The wind shifts, escalates activity at Soufriere Hills Volcano; Zone B residents restricted…

The wind shifts, escalates activity at Soufriere Hills Volcano; Zone B residents restricted to daytime occupation only

For several weeks now Soufriere Hills volcano, erupting since July, 1995 has been spewing ash high in the sky and pelting pyroclastic flows down its western flanks. All this time it has been boiling to explosive stages, catching a wind shift on at least one occasion when there was an eruptive event on "the night of Monday 28th July 2008 which generated a large ash column, pyroclastic flows and falls of airborne pumice in some inhabited areas," as reported by the Montserrat Volcano Observatory (MVO).

The MVO following that for the most part reported activity at the Soufriere Hills to be at a low level until December 2, 2009, they reported: "There was an explosion and pyroclastic flow at the Soufriere Hills Volcano at approximately 9:35 p.m. local time…" The pyroclastic flow was on the western flank of the volcano. It travelled down Gages Valley and into Plymouth and appears to have reached the sea. Buildings were set alight in Plymouth and could be seen burning from Salem for several hours afterwards, according to the MVO report, but later reports modified some of the information."The not to long ago new level hazard at that remained at level 3. Since then the reports indicated that different factors caused the activity to have increased and so by December 26, "The Hazard Level is 4 with access to Area B restricted to residents only. 

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The "Level was increased from 3 to 4 by the NDPRAC on Monday 22 December due to the repeated occurrences of pyroclastic flows in the lower part of Tyers Ghaut," the MVO reported.As the flows and the ash clouds continued almost non-stop, the wind began shifting slowly northwards and by the morning of December 31, as the first festival jump up began winding up, moving towards the Salem Centre, all eyes began turning to the skies and the dark clouds of the continuing ash clouds which began sifting slowly the lightest of ash. There was a slight reprieve and a let up for New Years, but the warning had been given, the wind change was coming and by this time the MVO was getting ready to report, "the Soufrière Hills Volcano increased significantly during the past week with lava extrusion on the top, north, west and south-west side of the dome, as well as further ash venting at the top of the dome and pyroclastic flows down on Chances Peak’s side, Plymouth and in Tyers Ghaut."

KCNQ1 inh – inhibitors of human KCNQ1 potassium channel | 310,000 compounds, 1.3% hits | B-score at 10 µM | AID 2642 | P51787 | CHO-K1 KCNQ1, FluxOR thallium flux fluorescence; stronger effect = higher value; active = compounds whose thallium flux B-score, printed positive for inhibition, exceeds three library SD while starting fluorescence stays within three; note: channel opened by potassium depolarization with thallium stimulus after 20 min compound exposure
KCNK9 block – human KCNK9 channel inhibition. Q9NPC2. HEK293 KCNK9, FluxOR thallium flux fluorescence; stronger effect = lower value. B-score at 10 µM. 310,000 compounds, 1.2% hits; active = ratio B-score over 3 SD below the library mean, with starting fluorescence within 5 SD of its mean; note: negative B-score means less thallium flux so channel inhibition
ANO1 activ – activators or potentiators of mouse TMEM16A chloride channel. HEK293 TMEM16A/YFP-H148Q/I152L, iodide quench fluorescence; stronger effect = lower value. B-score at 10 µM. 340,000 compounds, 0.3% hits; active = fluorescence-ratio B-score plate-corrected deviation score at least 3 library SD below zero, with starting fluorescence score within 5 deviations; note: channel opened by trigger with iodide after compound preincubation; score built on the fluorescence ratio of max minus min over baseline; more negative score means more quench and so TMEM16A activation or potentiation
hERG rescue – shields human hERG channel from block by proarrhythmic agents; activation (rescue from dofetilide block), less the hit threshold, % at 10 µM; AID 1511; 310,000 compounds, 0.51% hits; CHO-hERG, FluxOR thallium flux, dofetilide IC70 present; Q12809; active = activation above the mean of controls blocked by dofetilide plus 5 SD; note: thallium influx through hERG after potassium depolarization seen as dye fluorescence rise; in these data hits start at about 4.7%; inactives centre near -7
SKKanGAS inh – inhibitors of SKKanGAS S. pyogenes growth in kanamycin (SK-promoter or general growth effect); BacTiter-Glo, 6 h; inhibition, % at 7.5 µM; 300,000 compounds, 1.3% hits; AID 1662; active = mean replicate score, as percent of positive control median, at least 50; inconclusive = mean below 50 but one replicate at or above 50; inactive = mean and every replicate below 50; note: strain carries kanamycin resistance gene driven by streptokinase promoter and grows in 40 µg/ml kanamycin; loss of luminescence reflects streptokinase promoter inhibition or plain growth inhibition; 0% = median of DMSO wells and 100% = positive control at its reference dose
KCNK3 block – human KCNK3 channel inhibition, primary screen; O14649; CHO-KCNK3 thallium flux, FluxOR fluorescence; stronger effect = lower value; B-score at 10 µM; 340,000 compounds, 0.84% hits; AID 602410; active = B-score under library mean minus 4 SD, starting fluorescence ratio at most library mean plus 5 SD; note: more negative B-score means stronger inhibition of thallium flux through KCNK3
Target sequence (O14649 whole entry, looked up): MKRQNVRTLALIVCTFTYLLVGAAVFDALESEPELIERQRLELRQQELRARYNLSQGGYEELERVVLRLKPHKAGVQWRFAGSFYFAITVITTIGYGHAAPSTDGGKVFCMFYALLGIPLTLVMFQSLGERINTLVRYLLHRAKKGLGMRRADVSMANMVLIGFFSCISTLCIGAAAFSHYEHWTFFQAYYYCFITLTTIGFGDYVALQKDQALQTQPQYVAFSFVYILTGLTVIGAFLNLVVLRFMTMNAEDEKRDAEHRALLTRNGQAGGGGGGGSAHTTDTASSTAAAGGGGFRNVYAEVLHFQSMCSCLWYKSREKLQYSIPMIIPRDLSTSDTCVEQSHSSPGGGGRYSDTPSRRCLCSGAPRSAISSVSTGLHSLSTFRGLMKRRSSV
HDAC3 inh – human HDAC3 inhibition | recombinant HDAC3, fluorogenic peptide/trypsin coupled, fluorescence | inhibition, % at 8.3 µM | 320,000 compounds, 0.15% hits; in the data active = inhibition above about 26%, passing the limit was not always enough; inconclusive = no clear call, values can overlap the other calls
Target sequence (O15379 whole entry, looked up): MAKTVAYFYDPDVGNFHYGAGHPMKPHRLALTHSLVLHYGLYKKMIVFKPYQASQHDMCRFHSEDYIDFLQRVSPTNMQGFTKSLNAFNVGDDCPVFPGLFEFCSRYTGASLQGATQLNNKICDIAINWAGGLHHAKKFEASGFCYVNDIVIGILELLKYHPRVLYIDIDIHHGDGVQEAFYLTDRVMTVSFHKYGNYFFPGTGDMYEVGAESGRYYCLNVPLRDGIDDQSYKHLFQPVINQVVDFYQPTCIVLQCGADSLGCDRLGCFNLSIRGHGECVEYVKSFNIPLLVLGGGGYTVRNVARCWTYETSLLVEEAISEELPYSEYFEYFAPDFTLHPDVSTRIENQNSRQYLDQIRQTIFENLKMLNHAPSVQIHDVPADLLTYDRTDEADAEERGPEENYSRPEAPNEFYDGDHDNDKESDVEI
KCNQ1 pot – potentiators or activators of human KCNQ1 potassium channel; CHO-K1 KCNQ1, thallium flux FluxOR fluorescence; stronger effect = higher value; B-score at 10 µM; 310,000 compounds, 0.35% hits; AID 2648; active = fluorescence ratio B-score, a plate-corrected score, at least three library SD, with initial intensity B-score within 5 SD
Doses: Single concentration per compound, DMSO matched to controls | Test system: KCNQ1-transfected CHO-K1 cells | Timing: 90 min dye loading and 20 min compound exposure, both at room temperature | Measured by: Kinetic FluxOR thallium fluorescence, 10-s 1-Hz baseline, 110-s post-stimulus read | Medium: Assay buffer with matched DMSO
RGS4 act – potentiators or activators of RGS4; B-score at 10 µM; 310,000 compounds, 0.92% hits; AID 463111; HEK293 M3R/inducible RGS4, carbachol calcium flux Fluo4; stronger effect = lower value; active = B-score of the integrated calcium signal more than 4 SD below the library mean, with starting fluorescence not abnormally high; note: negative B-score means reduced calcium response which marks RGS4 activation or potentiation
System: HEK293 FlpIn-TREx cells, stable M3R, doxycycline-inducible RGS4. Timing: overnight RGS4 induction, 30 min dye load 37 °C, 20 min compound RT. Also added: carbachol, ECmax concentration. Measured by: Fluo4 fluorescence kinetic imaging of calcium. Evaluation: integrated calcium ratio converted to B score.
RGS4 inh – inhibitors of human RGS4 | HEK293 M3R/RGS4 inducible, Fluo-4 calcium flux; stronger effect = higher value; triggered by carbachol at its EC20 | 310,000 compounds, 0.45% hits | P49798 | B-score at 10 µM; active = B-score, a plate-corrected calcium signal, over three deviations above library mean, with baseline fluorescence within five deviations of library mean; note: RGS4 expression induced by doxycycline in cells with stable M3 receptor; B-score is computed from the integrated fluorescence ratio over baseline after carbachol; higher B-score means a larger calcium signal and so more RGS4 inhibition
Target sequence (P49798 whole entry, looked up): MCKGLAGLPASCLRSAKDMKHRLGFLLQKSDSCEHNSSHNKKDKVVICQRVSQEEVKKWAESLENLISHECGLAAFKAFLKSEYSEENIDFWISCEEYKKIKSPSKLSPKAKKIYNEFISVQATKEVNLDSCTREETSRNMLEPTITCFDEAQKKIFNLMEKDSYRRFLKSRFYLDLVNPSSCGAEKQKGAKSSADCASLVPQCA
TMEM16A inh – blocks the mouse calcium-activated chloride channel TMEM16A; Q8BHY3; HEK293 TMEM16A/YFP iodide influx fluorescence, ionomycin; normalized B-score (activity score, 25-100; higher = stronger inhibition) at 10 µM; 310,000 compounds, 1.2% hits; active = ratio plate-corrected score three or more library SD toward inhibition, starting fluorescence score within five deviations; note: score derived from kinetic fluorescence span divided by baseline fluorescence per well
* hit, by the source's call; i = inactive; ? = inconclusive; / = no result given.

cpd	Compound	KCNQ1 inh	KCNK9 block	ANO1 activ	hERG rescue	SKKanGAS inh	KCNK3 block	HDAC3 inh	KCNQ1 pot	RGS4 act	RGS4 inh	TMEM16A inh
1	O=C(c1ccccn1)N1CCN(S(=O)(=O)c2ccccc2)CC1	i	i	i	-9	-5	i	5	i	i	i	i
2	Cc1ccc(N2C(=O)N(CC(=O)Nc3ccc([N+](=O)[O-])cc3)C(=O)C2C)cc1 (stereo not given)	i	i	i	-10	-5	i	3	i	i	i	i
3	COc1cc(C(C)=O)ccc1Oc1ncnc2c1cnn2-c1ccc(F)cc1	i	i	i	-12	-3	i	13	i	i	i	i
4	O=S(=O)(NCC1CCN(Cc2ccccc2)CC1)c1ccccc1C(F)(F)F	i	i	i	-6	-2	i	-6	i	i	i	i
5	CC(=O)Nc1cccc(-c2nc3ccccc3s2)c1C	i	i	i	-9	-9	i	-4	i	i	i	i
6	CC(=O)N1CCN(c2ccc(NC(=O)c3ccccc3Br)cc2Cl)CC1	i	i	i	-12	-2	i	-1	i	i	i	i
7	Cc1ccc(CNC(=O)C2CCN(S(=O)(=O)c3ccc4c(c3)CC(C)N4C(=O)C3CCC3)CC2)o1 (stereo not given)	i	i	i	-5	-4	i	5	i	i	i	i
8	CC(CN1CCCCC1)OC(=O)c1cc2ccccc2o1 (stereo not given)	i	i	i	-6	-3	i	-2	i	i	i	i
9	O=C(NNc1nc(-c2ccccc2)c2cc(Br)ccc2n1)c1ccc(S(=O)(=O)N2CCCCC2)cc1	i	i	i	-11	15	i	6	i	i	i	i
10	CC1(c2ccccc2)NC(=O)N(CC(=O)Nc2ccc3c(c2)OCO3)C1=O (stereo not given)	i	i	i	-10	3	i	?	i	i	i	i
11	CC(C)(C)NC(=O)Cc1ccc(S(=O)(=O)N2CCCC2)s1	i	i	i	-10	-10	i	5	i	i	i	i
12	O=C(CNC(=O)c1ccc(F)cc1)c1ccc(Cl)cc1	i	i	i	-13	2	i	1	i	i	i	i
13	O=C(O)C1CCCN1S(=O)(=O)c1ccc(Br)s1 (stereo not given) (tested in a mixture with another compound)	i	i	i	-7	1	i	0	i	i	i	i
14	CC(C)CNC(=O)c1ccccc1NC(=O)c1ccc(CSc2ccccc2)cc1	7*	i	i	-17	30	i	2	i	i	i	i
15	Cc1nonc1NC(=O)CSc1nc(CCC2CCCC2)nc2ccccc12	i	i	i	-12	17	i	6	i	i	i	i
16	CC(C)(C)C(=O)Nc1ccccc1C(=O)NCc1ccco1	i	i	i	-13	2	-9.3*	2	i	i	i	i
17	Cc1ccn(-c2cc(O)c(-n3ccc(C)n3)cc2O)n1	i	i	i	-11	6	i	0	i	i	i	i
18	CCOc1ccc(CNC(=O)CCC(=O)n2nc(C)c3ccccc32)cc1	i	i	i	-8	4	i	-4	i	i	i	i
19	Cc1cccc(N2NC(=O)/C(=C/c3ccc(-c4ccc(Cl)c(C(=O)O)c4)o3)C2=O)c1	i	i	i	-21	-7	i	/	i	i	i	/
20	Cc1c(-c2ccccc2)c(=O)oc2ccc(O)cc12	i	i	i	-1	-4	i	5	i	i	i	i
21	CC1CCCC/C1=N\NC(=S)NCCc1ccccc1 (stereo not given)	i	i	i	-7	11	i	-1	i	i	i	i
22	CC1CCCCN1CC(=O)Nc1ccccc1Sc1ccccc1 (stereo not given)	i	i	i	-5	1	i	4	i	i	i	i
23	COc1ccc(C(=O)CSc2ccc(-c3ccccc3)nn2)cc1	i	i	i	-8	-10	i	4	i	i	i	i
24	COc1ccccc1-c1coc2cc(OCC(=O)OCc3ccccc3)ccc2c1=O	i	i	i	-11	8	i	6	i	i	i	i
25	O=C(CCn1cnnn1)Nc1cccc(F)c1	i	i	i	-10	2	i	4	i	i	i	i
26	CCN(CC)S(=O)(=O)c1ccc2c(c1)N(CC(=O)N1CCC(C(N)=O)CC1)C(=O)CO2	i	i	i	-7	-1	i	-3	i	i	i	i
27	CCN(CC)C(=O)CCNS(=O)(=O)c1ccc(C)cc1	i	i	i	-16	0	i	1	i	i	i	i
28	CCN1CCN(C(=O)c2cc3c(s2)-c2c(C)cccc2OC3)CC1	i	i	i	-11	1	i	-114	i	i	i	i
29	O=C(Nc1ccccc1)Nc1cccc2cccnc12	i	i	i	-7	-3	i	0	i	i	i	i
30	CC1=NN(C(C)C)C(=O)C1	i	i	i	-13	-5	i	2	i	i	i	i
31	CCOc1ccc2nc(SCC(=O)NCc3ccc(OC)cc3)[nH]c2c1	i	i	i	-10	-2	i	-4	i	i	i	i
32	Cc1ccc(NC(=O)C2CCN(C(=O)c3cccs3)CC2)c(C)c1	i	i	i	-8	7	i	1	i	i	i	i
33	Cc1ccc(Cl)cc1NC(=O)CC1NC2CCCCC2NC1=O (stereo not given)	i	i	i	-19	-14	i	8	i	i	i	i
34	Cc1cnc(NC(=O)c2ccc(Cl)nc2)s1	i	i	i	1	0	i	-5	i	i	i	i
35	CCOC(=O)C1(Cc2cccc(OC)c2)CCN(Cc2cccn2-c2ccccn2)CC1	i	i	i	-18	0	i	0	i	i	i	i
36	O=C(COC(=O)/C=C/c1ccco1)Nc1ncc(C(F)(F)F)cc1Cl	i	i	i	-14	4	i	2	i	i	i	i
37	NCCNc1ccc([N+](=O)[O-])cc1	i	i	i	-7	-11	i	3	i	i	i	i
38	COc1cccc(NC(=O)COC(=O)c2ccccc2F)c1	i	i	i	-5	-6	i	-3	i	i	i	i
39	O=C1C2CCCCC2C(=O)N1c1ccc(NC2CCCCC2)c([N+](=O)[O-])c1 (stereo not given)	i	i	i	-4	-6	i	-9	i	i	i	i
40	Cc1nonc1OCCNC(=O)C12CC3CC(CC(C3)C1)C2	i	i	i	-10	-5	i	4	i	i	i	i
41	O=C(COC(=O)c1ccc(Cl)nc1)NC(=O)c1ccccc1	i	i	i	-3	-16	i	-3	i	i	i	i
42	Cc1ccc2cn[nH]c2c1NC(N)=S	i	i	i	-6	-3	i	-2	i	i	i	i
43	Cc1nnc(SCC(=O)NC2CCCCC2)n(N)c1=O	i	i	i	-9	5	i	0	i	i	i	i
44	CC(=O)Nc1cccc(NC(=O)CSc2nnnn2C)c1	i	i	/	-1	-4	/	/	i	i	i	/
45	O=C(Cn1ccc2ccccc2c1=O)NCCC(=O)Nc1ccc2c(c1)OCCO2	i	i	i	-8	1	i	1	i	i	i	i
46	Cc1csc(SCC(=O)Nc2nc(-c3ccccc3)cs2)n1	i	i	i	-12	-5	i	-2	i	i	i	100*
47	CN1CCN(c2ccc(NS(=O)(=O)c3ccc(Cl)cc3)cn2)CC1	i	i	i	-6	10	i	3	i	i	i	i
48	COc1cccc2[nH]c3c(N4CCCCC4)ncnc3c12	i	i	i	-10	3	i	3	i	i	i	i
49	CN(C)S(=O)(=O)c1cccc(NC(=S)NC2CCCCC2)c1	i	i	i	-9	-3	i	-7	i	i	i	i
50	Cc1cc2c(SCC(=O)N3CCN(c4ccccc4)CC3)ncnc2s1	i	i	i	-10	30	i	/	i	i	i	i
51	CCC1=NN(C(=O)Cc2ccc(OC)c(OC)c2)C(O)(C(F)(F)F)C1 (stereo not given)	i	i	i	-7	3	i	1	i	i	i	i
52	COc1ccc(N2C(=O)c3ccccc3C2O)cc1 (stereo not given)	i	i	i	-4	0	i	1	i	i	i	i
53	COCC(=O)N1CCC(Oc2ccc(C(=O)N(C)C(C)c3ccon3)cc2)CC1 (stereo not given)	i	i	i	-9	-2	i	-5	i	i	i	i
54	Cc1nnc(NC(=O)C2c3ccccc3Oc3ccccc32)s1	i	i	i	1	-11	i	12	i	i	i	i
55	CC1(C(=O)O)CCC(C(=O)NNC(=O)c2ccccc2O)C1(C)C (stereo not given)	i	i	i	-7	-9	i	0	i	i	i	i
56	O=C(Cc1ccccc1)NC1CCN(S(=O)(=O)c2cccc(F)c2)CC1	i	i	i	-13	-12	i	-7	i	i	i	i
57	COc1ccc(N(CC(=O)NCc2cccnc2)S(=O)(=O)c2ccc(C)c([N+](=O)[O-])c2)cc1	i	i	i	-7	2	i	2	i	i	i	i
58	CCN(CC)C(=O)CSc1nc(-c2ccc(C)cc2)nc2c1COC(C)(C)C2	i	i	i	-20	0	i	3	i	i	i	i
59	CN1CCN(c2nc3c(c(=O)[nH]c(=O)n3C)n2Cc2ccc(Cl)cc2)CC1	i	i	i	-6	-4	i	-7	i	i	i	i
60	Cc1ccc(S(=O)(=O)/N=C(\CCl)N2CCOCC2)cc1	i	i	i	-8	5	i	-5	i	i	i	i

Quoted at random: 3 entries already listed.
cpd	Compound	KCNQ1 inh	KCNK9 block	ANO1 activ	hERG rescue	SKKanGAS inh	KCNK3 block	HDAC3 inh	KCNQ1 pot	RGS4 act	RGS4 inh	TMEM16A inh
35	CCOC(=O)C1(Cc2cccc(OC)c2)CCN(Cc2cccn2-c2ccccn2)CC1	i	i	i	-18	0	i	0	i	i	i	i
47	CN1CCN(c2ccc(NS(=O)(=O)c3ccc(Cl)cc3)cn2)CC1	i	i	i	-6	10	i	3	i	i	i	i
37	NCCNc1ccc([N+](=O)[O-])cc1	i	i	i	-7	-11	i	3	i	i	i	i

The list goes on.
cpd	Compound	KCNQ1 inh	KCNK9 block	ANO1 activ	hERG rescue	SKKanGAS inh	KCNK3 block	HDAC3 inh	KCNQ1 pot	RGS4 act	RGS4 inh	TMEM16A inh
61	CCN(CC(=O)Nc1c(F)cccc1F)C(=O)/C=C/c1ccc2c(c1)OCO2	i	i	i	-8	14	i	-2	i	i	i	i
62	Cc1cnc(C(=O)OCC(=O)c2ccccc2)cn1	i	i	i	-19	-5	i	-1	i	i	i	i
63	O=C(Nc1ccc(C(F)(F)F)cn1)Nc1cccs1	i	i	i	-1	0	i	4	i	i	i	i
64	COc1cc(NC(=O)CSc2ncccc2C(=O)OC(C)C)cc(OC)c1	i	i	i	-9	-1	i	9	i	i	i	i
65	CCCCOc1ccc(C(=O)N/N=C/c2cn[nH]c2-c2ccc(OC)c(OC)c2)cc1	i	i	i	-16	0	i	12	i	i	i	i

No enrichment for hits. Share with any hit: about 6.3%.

"…the unfavorable wind direction, ash fall was reported over the week at Isles Bay, Garibaldi Hill, Old Towne, Salem and Olveston. Lava extrusion continues and widespread incandescence was visible on the dome at night whenever the weather was favorable. Large incandescent blocks, deposited by rockfalls and pyroclastic flows, were visible at several occasions at night in the lower parts of Tyers Ghaut, as were fires triggered by surges in the neighboring valley."

This triggered concern from the National Disaster Preparedness Response and Advisory Committee (NDPRAC) who issued a press release today, January 2, 2009, which states in part: "The MVO has observed a significant change in the pattern of activity. A regular cycle of strong volcanic pulses has become established resulting in larger and more energetic extrusion of magma. The number of pyroclastic flows on the north and North West side of the mountain has increased and is filling Tyre’s Ghaut. This has enabled flows to jump over the wall of the ghaut and reduces the distance to the Belham River Valley."